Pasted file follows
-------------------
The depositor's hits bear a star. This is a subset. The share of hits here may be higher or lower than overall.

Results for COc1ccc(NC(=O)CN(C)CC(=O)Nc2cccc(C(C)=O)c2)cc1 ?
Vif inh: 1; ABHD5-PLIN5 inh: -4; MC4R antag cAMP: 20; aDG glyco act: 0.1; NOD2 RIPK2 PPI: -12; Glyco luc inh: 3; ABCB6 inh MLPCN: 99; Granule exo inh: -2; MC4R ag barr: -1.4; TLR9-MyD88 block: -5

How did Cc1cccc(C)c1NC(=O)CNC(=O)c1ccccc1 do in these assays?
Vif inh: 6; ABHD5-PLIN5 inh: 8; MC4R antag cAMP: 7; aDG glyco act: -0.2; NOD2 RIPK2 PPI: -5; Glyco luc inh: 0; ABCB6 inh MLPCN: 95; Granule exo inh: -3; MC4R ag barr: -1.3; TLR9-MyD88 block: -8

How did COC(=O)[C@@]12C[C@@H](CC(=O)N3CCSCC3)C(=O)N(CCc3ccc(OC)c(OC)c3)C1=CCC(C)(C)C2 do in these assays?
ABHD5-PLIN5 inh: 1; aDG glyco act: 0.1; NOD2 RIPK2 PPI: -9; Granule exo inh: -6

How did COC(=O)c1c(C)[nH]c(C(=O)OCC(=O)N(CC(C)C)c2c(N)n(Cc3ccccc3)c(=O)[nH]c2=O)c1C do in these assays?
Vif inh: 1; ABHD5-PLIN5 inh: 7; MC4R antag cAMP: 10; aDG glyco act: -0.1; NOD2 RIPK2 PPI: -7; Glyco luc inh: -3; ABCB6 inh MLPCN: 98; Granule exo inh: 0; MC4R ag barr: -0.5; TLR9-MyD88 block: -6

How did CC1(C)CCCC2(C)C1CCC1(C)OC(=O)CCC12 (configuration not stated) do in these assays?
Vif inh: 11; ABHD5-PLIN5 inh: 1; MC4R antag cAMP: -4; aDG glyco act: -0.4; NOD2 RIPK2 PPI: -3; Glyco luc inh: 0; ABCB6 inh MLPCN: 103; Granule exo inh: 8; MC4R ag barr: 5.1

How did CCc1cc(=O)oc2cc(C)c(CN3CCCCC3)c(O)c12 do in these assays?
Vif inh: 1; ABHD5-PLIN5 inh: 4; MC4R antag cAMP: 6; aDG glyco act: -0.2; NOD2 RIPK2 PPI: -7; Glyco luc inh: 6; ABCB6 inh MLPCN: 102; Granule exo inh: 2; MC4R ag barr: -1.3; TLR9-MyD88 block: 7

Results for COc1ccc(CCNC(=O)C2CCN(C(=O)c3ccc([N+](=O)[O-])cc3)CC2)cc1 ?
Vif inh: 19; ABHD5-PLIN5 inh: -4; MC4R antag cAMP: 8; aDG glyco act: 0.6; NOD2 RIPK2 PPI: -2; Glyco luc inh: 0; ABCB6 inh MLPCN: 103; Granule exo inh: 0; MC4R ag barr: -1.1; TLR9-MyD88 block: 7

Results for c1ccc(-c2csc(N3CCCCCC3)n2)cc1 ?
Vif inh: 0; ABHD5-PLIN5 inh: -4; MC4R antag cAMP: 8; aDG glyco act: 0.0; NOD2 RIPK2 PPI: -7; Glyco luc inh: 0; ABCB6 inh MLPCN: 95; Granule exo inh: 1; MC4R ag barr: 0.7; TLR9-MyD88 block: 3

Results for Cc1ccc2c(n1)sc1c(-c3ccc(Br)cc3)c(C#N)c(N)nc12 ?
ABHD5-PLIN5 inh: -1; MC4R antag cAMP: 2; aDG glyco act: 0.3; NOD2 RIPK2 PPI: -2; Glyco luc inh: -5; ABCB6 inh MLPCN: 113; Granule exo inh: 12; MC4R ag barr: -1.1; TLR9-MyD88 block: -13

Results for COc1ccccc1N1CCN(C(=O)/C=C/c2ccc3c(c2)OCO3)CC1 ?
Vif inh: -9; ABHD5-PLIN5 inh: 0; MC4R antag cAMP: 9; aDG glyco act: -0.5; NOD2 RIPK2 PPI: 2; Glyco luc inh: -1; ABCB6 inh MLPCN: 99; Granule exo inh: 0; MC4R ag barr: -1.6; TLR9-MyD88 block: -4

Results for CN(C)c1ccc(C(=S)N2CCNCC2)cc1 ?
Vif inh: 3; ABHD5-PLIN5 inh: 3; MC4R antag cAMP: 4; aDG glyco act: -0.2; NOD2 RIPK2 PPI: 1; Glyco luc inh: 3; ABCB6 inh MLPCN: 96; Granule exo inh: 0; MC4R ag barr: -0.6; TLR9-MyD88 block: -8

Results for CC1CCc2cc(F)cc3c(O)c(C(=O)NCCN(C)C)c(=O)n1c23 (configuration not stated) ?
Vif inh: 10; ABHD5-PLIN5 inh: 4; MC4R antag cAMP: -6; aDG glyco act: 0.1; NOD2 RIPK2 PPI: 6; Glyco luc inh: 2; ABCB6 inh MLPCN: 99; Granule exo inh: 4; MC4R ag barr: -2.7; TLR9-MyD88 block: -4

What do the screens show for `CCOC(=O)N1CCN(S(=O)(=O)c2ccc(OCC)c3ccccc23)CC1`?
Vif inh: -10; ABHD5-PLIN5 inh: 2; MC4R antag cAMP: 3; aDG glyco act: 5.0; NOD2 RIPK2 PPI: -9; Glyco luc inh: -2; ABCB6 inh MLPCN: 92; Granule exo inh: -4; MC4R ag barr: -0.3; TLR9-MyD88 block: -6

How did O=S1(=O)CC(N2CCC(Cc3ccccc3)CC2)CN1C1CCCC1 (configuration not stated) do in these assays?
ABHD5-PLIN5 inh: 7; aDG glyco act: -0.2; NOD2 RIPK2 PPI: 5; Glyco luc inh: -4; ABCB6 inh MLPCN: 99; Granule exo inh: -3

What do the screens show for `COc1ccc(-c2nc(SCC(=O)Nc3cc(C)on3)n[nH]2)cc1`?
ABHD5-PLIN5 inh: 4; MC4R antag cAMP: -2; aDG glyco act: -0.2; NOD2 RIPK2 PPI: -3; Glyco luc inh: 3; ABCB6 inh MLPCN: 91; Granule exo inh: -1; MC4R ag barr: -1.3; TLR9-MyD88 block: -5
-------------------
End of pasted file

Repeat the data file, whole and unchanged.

The depositor's hits bear a star. This is a subset. The share of hits here may be higher or lower than overall.

Results for COc1ccc(NC(=O)CN(C)CC(=O)Nc2cccc(C(C)=O)c2)cc1 ?
Vif inh: 1; ABHD5-PLIN5 inh: -4; MC4R antag cAMP: 20; aDG glyco act: 0.1; NOD2 RIPK2 PPI: -12; Glyco luc inh: 3; ABCB6 inh MLPCN: 99; Granule exo inh: -2; MC4R ag barr: -1.4; TLR9-MyD88 block: -5

How did Cc1cccc(C)c1NC(=O)CNC(=O)c1ccccc1 do in these assays?
Vif inh: 6; ABHD5-PLIN5 inh: 8; MC4R antag cAMP: 7; aDG glyco act: -0.2; NOD2 RIPK2 PPI: -5; Glyco luc inh: 0; ABCB6 inh MLPCN: 95; Granule exo inh: -3; MC4R ag barr: -1.3; TLR9-MyD88 block: -8

How did COC(=O)[C@@]12C[C@@H](CC(=O)N3CCSCC3)C(=O)N(CCc3ccc(OC)c(OC)c3)C1=CCC(C)(C)C2 do in these assays?
ABHD5-PLIN5 inh: 1; aDG glyco act: 0.1; NOD2 RIPK2 PPI: -9; Granule exo inh: -6

How did COC(=O)c1c(C)[nH]c(C(=O)OCC(=O)N(CC(C)C)c2c(N)n(Cc3ccccc3)c(=O)[nH]c2=O)c1C do in these assays?
Vif inh: 1; ABHD5-PLIN5 inh: 7; MC4R antag cAMP: 10; aDG glyco act: -0.1; NOD2 RIPK2 PPI: -7; Glyco luc inh: -3; ABCB6 inh MLPCN: 98; Granule exo inh: 0; MC4R ag barr: -0.5; TLR9-MyD88 block: -6

How did CC1(C)CCCC2(C)C1CCC1(C)OC(=O)CCC12 (configuration not stated) do in these assays?
Vif inh: 11; ABHD5-PLIN5 inh: 1; MC4R antag cAMP: -4; aDG glyco act: -0.4; NOD2 RIPK2 PPI: -3; Glyco luc inh: 0; ABCB6 inh MLPCN: 103; Granule exo inh: 8; MC4R ag barr: 5.1

How did CCc1cc(=O)oc2cc(C)c(CN3CCCCC3)c(O)c12 do in these assays?
Vif inh: 1; ABHD5-PLIN5 inh: 4; MC4R antag cAMP: 6; aDG glyco act: -0.2; NOD2 RIPK2 PPI: -7; Glyco luc inh: 6; ABCB6 inh MLPCN: 102; Granule exo inh: 2; MC4R ag barr: -1.3; TLR9-MyD88 block: 7

Results for COc1ccc(CCNC(=O)C2CCN(C(=O)c3ccc([N+](=O)[O-])cc3)CC2)cc1 ?
Vif inh: 19; ABHD5-PLIN5 inh: -4; MC4R antag cAMP: 8; aDG glyco act: 0.6; NOD2 RIPK2 PPI: -2; Glyco luc inh: 0; ABCB6 inh MLPCN: 103; Granule exo inh: 0; MC4R ag barr: -1.1; TLR9-MyD88 block: 7

Results for c1ccc(-c2csc(N3CCCCCC3)n2)cc1 ?
Vif inh: 0; ABHD5-PLIN5 inh: -4; MC4R antag cAMP: 8; aDG glyco act: 0.0; NOD2 RIPK2 PPI: -7; Glyco luc inh: 0; ABCB6 inh MLPCN: 95; Granule exo inh: 1; MC4R ag barr: 0.7; TLR9-MyD88 block: 3

Results for Cc1ccc2c(n1)sc1c(-c3ccc(Br)cc3)c(C#N)c(N)nc12 ?
ABHD5-PLIN5 inh: -1; MC4R antag cAMP: 2; aDG glyco act: 0.3; NOD2 RIPK2 PPI: -2; Glyco luc inh: -5; ABCB6 inh MLPCN: 113; Granule exo inh: 12; MC4R ag barr: -1.1; TLR9-MyD88 block: -13

Results for COc1ccccc1N1CCN(C(=O)/C=C/c2ccc3c(c2)OCO3)CC1 ?
Vif inh: -9; ABHD5-PLIN5 inh: 0; MC4R antag cAMP: 9; aDG glyco act: -0.5; NOD2 RIPK2 PPI: 2; Glyco luc inh: -1; ABCB6 inh MLPCN: 99; Granule exo inh: 0; MC4R ag barr: -1.6; TLR9-MyD88 block: -4

Results for CN(C)c1ccc(C(=S)N2CCNCC2)cc1 ?
Vif inh: 3; ABHD5-PLIN5 inh: 3; MC4R antag cAMP: 4; aDG glyco act: -0.2; NOD2 RIPK2 PPI: 1; Glyco luc inh: 3; ABCB6 inh MLPCN: 96; Granule exo inh: 0; MC4R ag barr: -0.6; TLR9-MyD88 block: -8

Results for CC1CCc2cc(F)cc3c(O)c(C(=O)NCCN(C)C)c(=O)n1c23 (configuration not stated) ?
Vif inh: 10; ABHD5-PLIN5 inh: 4; MC4R antag cAMP: -6; aDG glyco act: 0.1; NOD2 RIPK2 PPI: 6; Glyco luc inh: 2; ABCB6 inh MLPCN: 99; Granule exo inh: 4; MC4R ag barr: -2.7; TLR9-MyD88 block: -4

What do the screens show for `CCOC(=O)N1CCN(S(=O)(=O)c2ccc(OCC)c3ccccc23)CC1`?
Vif inh: -10; ABHD5-PLIN5 inh: 2; MC4R antag cAMP: 3; aDG glyco act: 5.0; NOD2 RIPK2 PPI: -9; Glyco luc inh: -2; ABCB6 inh MLPCN: 92; Granule exo inh: -4; MC4R ag barr: -0.3; TLR9-MyD88 block: -6

How did O=S1(=O)CC(N2CCC(Cc3ccccc3)CC2)CN1C1CCCC1 (configuration not stated) do in these assays?
ABHD5-PLIN5 inh: 7; aDG glyco act: -0.2; NOD2 RIPK2 PPI: 5; Glyco luc inh: -4; ABCB6 inh MLPCN: 99; Granule exo inh: -3

What do the screens show for `COc1ccc(-c2nc(SCC(=O)Nc3cc(C)on3)n[nH]2)cc1`?
ABHD5-PLIN5 inh: 4; MC4R antag cAMP: -2; aDG glyco act: -0.2; NOD2 RIPK2 PPI: -3; Glyco luc inh: 3; ABCB6 inh MLPCN: 91; Granule exo inh: -1; MC4R ag barr: -1.3; TLR9-MyD88 block: -5